“Darjeeling tea estates had to undergo heavy pruning last year because tea bushes had overgrown as operations were halted due to political agitation. We were anticipating that first flush production will be less this year. But fortunately, adequate rains and sunshine have resulted in better first flush production,” said Sanjay Bansla, chairman, Ambootia Group, the largest Darjeeling tea producer, told ET.
Of the annual Darjeeling tea production of 8.5 million kg, nearly 1.7 million kg is first flush teas. First flush is tea produced in the first two months of the new season, usually more delicate and tender and therefore more light, floral, fresh, brisk, and astringent in flavour. First flush Darjeeling teas are generally less oxidised during processing and may appear more greenish in colour than typical black tea.
“We are hopeful this year Darjeeling will have normal tea production of 8.5 million kg if the weather remains favourable and there is no political agitation,” Bansal added. Last year, industry lost 70% of the production plucking and manufacturing operations in Darjeeling’s 87 gardens were suspended for four months from June to September due to an indefinite shutdown called by the Gorkha Janmukti Morcha demanding a separate Gorkhaland state. Banks have been reluctant to advance credit to Darjeeling planters because of the severe losses they faced last year. Darjeeling tea producers also burnt cash for the revival of gardens and payment to workers without revenue generation. The industry recorded a loss of Rs 350 crore in 2017.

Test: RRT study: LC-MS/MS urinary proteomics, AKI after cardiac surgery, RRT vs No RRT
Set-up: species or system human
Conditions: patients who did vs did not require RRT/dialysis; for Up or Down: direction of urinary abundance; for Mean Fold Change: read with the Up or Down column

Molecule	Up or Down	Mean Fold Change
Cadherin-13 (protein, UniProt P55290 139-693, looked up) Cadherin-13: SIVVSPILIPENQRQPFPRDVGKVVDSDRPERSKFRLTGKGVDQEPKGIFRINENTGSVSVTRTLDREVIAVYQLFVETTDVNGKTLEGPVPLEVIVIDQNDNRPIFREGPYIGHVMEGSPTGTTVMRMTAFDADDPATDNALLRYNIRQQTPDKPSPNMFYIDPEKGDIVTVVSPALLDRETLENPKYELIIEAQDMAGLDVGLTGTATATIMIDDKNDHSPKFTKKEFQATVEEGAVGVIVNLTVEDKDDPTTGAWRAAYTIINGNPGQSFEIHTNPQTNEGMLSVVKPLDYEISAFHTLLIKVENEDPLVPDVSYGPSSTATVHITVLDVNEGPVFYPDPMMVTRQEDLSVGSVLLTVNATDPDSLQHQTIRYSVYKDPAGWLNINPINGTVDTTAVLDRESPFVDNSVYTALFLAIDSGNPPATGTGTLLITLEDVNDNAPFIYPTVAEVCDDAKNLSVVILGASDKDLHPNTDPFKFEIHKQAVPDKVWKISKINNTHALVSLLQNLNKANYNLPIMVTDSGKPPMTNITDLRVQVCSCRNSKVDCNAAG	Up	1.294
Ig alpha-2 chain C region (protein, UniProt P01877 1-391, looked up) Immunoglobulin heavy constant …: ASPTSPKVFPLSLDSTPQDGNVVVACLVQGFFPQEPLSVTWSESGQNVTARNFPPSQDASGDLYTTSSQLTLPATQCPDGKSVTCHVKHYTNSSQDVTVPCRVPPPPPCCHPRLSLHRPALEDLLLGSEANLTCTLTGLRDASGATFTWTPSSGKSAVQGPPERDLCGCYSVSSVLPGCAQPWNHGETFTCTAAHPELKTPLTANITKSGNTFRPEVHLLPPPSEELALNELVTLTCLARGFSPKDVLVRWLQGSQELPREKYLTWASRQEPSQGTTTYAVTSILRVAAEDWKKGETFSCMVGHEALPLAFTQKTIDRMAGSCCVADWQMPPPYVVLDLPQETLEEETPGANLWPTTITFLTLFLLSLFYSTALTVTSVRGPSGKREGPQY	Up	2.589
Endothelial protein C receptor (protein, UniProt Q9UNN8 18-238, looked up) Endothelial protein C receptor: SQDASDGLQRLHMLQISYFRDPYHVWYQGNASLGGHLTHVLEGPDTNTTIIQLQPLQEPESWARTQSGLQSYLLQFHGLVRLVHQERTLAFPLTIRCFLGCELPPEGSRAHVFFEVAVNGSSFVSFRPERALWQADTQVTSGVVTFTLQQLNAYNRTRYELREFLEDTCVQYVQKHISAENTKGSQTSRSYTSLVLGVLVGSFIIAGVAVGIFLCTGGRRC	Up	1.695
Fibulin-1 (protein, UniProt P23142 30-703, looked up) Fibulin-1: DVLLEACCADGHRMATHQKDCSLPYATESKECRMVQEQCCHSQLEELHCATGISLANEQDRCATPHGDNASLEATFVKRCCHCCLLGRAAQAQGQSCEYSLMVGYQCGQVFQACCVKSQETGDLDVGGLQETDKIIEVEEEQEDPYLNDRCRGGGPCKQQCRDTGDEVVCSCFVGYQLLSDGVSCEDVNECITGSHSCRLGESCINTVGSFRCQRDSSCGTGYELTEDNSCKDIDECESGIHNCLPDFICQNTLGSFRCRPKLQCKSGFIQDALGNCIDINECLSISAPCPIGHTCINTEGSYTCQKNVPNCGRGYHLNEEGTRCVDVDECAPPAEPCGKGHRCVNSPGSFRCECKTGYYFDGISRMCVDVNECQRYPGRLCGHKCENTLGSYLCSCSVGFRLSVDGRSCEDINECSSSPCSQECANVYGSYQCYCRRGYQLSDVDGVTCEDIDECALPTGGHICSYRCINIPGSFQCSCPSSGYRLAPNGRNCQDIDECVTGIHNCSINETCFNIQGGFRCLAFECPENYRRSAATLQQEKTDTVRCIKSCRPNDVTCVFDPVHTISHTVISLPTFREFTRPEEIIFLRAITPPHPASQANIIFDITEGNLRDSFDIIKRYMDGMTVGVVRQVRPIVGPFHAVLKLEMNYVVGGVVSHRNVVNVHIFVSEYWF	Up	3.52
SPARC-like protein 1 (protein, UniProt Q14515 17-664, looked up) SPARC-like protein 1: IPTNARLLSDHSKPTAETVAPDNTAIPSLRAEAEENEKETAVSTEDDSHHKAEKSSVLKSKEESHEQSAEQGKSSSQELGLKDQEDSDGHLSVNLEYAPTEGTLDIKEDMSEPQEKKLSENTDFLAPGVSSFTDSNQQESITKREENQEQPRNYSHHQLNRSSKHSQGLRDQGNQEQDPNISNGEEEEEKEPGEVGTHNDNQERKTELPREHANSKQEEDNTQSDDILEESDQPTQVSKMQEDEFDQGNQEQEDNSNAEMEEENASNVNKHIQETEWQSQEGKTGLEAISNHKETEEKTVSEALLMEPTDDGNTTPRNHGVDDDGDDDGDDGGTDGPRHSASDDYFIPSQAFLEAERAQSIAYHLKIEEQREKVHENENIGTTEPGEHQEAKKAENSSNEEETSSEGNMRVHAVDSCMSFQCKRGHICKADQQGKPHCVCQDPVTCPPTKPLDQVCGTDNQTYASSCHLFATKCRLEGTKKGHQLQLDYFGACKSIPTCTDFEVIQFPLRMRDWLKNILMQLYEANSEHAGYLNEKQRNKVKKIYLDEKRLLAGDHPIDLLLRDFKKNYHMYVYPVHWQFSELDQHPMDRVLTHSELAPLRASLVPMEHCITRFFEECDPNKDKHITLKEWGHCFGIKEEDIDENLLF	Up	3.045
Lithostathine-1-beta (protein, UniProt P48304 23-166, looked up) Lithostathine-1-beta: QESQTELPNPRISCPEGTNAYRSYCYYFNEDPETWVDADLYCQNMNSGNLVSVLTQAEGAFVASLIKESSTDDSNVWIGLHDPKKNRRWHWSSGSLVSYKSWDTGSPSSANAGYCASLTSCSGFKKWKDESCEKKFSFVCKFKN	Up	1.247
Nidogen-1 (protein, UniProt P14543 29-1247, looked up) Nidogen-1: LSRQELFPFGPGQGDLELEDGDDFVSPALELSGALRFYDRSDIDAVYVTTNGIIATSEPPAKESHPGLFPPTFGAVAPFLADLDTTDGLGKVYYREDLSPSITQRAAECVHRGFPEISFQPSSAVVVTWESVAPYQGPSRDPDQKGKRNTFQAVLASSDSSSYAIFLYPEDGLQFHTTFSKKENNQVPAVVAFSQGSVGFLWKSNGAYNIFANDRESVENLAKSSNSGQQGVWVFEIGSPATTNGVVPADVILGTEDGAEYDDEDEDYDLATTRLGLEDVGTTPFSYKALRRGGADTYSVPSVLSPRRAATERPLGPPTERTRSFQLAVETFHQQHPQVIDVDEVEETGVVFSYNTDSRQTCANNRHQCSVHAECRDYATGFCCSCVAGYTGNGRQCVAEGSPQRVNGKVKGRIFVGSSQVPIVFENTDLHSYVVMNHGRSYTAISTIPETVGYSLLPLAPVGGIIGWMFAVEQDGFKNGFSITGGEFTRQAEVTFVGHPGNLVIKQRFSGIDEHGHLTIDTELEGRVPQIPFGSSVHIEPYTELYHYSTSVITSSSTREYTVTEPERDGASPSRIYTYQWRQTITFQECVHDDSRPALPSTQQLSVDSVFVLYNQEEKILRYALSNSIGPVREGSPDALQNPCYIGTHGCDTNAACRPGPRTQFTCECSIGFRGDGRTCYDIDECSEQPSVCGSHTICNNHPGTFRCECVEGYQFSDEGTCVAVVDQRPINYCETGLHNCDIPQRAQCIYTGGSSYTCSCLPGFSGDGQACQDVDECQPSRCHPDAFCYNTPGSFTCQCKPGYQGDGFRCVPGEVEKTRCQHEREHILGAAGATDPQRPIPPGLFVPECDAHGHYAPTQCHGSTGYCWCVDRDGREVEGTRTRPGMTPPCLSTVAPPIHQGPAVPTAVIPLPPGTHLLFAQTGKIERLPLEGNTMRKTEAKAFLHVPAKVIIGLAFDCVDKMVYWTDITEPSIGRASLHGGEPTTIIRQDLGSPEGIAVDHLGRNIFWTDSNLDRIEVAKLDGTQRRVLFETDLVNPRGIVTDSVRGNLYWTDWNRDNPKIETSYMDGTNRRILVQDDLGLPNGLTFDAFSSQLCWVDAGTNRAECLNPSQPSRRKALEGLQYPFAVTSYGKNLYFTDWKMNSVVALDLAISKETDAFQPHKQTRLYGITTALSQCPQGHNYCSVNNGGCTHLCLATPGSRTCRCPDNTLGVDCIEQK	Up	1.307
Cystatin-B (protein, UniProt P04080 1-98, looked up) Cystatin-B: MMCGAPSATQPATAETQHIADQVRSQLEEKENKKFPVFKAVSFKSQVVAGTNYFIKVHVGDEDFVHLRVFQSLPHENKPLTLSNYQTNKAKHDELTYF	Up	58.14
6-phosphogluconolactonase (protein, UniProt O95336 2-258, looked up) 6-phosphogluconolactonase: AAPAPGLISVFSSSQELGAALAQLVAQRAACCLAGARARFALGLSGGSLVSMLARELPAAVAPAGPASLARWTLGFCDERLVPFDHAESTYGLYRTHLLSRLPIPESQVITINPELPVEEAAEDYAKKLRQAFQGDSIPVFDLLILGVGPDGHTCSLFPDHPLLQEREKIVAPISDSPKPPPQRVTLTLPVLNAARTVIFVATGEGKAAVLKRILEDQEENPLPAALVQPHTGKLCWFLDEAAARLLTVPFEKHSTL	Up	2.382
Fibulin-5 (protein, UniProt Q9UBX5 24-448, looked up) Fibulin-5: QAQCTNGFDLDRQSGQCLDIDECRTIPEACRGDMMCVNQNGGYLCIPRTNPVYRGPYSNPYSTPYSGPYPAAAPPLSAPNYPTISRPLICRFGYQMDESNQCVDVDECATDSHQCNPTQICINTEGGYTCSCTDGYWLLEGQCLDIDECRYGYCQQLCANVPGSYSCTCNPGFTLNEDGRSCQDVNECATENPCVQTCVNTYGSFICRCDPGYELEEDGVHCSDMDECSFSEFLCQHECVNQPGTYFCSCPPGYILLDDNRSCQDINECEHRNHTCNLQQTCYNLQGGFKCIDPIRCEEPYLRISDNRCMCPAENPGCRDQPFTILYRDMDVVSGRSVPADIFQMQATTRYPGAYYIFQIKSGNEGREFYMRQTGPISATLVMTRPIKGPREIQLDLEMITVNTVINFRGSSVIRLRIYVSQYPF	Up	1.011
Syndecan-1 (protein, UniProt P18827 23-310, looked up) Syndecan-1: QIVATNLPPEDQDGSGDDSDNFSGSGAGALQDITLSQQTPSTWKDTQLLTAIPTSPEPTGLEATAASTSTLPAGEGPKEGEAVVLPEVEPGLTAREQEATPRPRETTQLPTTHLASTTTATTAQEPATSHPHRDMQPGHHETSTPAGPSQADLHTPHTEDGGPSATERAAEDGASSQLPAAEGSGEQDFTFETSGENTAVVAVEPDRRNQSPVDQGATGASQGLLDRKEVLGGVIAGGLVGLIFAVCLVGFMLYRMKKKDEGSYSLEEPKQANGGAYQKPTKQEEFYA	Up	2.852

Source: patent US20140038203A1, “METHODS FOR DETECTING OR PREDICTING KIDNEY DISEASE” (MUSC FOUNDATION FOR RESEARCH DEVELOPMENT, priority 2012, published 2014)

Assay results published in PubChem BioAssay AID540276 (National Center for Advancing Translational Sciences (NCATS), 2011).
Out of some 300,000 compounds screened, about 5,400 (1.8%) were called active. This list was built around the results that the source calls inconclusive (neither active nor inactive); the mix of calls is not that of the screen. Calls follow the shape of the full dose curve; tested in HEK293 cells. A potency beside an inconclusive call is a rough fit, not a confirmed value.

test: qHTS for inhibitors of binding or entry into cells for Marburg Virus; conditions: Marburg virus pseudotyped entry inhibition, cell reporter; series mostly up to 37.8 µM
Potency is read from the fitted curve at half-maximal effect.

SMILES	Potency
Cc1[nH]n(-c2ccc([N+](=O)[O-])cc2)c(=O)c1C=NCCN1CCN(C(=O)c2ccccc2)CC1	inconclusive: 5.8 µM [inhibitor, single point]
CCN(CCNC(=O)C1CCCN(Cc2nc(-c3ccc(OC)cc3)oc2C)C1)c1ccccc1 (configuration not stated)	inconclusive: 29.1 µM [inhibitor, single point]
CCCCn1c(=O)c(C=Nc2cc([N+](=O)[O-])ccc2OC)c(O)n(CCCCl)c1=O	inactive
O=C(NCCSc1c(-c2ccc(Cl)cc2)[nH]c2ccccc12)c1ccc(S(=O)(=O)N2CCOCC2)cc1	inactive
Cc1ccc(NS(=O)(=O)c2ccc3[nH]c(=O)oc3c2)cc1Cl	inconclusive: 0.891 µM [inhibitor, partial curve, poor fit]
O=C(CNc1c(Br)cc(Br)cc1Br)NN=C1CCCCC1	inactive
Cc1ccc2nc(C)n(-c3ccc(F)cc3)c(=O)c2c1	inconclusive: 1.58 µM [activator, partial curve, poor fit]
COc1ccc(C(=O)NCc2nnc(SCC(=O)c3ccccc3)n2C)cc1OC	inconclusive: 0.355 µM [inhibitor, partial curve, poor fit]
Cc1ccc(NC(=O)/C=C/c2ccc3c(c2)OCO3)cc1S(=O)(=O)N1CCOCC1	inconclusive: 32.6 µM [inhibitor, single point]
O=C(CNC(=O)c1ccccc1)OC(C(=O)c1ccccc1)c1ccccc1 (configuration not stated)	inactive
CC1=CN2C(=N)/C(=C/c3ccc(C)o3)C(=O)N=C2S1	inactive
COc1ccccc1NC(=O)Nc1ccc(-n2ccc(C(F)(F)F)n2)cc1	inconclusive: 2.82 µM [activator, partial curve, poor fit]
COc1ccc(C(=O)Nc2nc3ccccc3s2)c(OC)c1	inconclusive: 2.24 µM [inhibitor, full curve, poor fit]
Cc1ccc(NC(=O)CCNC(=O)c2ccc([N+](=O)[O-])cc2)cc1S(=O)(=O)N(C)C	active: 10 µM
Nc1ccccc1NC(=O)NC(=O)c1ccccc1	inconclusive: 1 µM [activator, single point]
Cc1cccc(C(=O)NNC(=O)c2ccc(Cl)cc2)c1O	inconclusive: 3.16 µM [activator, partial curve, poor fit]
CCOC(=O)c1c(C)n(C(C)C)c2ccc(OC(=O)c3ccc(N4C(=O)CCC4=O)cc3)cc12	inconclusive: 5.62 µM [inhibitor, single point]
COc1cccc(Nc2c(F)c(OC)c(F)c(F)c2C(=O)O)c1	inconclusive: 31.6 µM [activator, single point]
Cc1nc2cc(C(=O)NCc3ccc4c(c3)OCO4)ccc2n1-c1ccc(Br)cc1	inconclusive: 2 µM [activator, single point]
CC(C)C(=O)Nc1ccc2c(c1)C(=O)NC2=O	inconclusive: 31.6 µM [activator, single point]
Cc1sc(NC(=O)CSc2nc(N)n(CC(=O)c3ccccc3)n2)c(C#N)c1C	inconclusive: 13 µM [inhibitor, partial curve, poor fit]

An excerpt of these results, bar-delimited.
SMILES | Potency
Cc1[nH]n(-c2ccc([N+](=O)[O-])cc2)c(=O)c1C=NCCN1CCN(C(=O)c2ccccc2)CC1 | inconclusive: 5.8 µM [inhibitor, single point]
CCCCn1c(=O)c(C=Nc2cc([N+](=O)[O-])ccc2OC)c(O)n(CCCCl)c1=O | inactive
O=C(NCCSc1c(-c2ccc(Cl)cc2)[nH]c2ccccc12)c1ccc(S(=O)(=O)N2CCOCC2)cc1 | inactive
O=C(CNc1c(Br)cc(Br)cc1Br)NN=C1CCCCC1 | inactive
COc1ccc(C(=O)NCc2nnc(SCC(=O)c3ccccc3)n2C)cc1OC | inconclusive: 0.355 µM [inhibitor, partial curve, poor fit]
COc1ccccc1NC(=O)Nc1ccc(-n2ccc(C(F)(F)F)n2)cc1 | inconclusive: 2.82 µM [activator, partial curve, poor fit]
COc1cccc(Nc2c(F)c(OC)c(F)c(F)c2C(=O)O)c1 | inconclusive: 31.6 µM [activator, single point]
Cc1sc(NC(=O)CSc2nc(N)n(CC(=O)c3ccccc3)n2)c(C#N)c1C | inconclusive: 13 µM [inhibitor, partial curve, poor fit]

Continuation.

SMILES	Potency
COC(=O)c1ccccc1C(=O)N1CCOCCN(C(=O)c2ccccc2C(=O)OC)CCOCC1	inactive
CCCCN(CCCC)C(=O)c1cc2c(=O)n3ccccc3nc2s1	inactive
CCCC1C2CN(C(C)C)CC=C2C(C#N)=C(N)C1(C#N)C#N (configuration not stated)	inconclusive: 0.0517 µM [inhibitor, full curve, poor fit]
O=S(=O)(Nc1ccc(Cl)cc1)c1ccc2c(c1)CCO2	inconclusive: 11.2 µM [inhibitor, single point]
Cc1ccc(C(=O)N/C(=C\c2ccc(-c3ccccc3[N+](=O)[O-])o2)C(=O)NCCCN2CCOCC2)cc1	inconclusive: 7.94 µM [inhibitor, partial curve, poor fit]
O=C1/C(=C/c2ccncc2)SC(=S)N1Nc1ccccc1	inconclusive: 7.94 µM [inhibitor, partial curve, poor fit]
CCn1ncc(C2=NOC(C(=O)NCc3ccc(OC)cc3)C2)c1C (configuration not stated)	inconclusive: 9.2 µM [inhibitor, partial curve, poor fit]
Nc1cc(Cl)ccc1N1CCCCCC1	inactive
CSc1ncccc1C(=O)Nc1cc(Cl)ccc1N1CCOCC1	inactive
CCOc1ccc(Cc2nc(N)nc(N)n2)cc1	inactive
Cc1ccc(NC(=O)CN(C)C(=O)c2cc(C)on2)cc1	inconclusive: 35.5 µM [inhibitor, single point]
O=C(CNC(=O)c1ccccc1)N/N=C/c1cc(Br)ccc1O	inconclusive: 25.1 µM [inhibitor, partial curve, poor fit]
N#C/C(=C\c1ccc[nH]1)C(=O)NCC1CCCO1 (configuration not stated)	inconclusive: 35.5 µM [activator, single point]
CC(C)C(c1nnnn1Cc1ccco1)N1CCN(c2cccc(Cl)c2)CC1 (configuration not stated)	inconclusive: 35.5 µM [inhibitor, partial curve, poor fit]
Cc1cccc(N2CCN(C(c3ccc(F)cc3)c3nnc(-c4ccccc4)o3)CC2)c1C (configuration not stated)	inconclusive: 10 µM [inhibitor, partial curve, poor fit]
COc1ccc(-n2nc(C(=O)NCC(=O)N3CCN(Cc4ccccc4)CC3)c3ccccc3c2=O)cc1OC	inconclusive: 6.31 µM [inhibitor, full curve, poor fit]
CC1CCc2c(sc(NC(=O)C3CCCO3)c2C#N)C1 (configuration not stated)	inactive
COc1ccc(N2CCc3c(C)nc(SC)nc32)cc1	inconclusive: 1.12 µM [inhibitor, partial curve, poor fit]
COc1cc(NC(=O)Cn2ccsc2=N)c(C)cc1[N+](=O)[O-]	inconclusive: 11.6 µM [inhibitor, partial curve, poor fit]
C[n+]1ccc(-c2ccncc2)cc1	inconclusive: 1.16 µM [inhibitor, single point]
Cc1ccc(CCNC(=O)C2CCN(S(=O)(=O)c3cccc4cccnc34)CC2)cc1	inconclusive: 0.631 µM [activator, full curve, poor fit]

Darjeeling tea industry had submitted a revival plan to the union commerce ministry which has not yet been approved. “Talks are on,” is all Bansal would say.
However, rupee depreciation has brought some relief to the planters. Sheo Shankar Bagaria, past chairman of Darjeeling Tea Association said “Rupee depreciation will be favourable for exporters. This will enable us to cover the rise in wages of our workers. However, some UK buyers are trying to renegotiate prices with us.”Darjeeling tea planters upbeat over good first-flush rates